all about the Stacks
Years ago, my college roommate and I built Stackd to make it easier to get a website online. Progress was made on a second version, but we weren’t able to ship before graduating. Recently I started working on Stackd 2 again. At its core it’s the same idea Stackd was founded on (making it easy to start a website), but this time it’s all about the Stacks.
Fulfill the promise of the web
Before the web, everything happened on the big networks. The web was different because it allowed anyone to start a website — at least in theory. It’s costly and hard to start a website, so most don’t. The siteless can participate on a few large networks, but the promise of the open web has been largely abandoned for something much less revolutionary.
Today’s web hands our (digital) lives over to corporations under questionable terms no one really reads. It gives governments the tools to censor citizens and compile lists of “troublemakers.” Security breaches impacting millions (or billions) happen all the time. Ads incentivize a race to the bottom in shady behavior with respect to our privacy.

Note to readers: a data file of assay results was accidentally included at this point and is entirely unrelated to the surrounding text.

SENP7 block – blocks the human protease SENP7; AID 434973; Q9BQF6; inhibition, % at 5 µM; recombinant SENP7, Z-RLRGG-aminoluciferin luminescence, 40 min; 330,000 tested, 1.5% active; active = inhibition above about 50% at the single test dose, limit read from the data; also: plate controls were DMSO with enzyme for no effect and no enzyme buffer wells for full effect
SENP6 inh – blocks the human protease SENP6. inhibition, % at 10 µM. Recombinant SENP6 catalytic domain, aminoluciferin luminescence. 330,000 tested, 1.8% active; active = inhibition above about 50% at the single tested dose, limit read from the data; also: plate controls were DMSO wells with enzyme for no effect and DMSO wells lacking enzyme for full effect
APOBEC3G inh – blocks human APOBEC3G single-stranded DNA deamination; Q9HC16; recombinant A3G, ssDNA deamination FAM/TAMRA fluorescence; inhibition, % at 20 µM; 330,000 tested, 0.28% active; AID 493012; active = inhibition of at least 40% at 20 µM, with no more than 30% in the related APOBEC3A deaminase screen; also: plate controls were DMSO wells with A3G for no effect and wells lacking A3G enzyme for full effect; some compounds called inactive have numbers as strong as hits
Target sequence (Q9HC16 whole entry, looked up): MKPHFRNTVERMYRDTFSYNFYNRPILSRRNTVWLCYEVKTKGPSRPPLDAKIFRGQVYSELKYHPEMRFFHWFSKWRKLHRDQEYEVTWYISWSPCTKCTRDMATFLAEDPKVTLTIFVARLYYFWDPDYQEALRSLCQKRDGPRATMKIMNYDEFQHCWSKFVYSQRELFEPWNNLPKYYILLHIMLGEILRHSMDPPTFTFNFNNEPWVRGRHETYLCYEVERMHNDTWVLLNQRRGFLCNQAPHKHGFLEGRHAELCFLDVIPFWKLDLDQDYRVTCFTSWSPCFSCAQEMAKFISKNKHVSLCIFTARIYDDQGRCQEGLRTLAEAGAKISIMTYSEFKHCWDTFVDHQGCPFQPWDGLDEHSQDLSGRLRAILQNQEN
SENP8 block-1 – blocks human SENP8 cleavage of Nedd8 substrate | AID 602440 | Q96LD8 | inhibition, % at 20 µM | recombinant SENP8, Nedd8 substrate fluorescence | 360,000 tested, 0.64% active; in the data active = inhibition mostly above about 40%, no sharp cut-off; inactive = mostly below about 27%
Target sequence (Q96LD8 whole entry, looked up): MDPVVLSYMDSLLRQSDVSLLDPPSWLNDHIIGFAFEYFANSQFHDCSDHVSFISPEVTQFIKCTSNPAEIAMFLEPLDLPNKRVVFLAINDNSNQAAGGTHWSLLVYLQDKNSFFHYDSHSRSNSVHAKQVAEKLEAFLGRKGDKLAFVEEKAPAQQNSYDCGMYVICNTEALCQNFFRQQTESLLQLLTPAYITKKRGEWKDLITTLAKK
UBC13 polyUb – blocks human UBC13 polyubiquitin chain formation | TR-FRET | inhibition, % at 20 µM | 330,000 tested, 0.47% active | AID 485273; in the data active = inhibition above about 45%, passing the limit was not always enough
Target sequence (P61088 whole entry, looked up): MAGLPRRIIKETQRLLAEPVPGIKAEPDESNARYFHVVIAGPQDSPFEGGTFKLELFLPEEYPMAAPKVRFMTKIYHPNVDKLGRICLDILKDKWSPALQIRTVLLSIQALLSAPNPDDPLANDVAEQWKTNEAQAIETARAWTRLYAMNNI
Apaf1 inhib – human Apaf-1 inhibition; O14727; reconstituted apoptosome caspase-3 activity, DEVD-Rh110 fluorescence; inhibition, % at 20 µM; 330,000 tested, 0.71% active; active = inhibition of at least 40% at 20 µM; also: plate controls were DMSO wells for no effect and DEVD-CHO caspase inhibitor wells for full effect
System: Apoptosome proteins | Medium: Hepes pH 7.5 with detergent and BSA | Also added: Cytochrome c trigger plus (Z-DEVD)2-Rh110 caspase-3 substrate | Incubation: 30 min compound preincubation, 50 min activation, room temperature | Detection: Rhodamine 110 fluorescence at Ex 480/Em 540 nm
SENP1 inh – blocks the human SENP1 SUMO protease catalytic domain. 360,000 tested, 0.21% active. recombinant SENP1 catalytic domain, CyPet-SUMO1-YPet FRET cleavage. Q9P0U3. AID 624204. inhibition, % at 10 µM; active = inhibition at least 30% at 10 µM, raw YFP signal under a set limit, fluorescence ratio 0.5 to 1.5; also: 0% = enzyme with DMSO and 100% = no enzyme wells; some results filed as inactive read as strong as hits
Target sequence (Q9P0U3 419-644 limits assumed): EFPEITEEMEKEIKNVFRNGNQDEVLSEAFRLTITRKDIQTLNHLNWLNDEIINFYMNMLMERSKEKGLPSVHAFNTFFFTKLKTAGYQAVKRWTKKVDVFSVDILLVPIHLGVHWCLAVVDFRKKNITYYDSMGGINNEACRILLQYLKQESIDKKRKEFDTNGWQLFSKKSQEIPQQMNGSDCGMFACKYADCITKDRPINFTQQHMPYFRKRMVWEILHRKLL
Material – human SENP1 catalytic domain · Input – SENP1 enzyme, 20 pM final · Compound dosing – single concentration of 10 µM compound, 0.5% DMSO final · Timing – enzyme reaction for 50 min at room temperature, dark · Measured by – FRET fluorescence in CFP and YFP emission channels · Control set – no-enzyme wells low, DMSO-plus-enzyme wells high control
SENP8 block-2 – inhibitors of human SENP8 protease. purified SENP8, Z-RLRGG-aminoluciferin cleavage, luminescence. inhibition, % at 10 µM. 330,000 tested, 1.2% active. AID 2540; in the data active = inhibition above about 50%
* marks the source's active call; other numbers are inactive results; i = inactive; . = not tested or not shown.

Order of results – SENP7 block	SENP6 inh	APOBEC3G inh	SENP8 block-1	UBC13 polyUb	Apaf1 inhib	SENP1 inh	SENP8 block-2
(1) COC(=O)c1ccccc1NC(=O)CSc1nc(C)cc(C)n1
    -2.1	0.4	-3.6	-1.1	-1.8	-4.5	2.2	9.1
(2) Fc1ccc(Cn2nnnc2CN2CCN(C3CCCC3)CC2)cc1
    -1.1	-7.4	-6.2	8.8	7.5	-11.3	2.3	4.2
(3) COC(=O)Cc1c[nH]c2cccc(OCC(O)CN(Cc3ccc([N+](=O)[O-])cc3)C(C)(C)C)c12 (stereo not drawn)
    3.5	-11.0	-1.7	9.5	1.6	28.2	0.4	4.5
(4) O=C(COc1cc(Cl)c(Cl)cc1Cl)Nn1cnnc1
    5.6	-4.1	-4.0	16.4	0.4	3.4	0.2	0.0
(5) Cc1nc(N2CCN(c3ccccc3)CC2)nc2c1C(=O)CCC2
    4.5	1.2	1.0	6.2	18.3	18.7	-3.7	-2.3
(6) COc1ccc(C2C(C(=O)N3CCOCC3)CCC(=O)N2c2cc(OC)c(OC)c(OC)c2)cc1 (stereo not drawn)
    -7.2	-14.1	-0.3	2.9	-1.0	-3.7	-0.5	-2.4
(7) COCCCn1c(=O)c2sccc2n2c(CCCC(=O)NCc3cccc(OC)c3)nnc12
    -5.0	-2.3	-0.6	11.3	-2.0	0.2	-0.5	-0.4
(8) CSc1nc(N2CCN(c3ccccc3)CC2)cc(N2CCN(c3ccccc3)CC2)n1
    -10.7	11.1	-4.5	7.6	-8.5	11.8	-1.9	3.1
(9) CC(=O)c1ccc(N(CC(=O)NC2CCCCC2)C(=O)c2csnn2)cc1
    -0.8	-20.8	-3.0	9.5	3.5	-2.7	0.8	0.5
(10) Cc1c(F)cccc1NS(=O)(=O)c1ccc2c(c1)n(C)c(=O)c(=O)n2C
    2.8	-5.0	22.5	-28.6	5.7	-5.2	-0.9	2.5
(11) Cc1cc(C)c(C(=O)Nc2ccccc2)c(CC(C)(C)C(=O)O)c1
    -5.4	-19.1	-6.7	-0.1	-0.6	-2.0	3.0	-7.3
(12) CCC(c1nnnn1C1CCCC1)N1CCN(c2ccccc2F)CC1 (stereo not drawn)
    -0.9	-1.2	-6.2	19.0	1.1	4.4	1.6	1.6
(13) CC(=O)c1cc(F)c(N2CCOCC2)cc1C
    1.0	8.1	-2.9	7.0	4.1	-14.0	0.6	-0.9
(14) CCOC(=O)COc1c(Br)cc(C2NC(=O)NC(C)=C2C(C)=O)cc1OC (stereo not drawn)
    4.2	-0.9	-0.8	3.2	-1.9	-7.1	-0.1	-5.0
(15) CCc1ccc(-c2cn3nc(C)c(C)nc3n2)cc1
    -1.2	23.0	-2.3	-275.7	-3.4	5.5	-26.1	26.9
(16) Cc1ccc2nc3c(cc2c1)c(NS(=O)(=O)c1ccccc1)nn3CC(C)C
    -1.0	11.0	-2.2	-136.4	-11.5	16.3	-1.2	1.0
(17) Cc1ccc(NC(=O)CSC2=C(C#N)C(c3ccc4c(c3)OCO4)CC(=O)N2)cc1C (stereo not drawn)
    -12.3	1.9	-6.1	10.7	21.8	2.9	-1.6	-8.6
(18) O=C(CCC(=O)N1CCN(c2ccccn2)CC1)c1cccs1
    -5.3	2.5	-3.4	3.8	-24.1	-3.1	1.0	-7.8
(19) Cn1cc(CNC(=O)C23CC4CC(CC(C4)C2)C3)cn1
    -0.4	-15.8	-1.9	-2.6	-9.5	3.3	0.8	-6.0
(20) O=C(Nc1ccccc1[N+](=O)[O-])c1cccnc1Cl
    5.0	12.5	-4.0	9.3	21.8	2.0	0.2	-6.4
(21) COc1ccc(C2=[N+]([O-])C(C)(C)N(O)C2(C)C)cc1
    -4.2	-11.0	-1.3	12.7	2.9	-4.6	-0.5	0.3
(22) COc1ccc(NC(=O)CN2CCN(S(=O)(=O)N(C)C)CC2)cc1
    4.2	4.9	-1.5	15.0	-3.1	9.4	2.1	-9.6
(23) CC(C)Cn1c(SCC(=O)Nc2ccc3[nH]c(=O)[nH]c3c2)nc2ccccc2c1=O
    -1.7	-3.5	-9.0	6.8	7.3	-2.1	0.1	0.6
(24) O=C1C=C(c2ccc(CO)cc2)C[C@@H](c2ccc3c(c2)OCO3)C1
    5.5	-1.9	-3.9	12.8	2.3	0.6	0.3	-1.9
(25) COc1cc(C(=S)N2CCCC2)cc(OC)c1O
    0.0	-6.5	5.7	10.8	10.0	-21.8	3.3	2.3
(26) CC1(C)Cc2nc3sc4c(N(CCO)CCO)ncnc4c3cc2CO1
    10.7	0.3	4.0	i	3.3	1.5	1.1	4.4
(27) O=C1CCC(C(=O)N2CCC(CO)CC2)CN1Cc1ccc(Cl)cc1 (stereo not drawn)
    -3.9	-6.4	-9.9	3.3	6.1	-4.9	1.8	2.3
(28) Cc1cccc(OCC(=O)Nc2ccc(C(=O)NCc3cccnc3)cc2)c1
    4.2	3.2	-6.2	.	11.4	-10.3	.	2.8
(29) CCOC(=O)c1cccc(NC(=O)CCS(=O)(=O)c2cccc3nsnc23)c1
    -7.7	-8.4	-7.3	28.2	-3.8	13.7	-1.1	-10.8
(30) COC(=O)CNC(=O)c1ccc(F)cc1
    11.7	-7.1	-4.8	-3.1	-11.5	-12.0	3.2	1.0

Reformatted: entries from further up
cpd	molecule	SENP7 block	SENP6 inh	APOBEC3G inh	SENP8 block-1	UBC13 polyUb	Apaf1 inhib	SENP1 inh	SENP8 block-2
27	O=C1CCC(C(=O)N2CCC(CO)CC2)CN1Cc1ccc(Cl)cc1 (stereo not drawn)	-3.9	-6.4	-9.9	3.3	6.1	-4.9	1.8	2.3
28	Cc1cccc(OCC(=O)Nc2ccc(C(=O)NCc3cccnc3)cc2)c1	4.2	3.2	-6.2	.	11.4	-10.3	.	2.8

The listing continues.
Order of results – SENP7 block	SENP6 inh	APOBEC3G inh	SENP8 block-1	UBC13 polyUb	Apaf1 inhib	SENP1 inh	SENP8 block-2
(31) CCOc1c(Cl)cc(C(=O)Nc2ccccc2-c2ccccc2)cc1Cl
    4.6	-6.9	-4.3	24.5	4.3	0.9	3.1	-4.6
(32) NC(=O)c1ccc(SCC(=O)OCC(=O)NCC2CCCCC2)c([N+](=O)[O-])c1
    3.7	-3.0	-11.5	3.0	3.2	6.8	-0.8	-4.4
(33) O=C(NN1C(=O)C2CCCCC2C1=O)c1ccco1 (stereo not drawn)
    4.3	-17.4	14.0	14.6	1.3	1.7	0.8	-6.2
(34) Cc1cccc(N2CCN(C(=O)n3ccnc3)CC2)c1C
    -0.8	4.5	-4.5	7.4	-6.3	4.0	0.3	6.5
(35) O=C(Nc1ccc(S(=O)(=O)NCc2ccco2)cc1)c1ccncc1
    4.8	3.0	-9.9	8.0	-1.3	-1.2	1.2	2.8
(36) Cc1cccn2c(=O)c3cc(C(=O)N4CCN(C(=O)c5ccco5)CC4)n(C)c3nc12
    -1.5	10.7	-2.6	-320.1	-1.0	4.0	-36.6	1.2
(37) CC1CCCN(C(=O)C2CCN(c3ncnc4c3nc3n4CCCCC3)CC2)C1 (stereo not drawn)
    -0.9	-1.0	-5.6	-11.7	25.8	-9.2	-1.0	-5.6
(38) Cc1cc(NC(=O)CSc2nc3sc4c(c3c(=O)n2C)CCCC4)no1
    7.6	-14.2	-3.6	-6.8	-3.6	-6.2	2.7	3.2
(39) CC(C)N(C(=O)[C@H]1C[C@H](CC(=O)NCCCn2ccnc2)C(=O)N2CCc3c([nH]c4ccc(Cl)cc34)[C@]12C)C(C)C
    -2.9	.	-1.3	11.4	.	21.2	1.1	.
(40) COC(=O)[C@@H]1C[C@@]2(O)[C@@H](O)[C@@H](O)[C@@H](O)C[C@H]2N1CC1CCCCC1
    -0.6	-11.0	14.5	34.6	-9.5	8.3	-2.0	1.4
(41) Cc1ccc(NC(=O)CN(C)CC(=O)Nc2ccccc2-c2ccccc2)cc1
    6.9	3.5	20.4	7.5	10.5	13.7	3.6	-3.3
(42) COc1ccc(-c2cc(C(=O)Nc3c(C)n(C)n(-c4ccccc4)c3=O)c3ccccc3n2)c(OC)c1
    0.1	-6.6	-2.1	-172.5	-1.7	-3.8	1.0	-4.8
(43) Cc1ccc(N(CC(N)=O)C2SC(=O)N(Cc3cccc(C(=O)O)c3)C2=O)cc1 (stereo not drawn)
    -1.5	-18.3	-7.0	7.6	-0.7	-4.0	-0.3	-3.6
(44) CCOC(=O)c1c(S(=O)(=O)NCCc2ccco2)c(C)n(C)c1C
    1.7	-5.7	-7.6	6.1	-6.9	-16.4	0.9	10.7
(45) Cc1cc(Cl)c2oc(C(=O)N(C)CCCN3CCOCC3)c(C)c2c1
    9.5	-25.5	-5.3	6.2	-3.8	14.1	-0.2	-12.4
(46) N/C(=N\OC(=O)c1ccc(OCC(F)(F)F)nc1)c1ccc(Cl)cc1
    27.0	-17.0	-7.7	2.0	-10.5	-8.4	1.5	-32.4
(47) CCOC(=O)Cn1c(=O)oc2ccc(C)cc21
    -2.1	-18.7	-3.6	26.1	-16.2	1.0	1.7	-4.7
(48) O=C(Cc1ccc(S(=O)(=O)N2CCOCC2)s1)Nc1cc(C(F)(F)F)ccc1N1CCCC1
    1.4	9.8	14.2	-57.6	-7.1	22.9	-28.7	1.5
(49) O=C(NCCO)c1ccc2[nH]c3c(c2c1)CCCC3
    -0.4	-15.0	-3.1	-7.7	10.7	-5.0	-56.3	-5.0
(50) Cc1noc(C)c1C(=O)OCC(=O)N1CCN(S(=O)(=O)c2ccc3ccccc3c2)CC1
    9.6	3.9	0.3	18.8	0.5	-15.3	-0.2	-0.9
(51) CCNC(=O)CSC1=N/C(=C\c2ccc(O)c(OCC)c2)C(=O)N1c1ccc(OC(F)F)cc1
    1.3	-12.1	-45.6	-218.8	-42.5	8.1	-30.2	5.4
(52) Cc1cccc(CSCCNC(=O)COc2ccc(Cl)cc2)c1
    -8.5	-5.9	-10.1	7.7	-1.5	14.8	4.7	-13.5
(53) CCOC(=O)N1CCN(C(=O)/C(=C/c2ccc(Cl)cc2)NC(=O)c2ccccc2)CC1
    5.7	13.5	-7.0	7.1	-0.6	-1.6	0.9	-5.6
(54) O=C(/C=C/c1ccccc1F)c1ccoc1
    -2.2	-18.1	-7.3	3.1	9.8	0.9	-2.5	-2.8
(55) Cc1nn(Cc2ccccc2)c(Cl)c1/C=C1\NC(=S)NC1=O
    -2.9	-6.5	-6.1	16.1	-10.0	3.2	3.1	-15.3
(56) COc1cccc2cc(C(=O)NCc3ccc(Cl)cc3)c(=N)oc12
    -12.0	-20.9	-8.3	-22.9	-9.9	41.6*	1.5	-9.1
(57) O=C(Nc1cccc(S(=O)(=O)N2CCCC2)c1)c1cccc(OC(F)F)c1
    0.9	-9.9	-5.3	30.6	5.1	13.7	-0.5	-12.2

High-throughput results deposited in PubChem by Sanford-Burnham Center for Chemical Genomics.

If this is all the web has to offer, what’s so special about it? The web’s promise was giving everyone a place of their own to share. Instead, today’s web is confined mostly to a few domains. Facebook is even bold enough to call this “the internet” (don’t forget to fill out your application)…
I wish you luck, Zucks. I really do. But you are going to have a mutiny on your hands and I just can’t wait to see how you handle it.
— Michael Scott
All this because it’s too hard to start a website?
We need to do better if we want the web to be the platform we hoped for. A more open web means more websites, and luckily it’s gotten easier to start one. Gone are the days of manually uploading files to a server and copy/pasting commands to set up a site. It’s now as simple as one command. Developers are able to define software “Stacks” as code, run a command (e.g. `stack up`), and that’s all it takes.
Stackd aims to make it easy to `stack up` a website.
“Open” in front of anything sounds great, but what’s so special about the open web? Easy — creators have more freedom. Instead of giving free content to closed platforms, we can control our own content and share it using a bigger, more open platform — the web.
It’s hard to compete with “free” software users pay for in ways they aren’t fully aware of. Our price won’t be buried within a TOS somewhere. The real challenge is convincing people not to settle for good enough.
There will always be free things in life and on the internet. It’s easy to just say “f it” and take what you get (I know I do sometimes). But Stackd is for those who want more, and aims to make that the easy choice.
Want more? Check out stackd.com.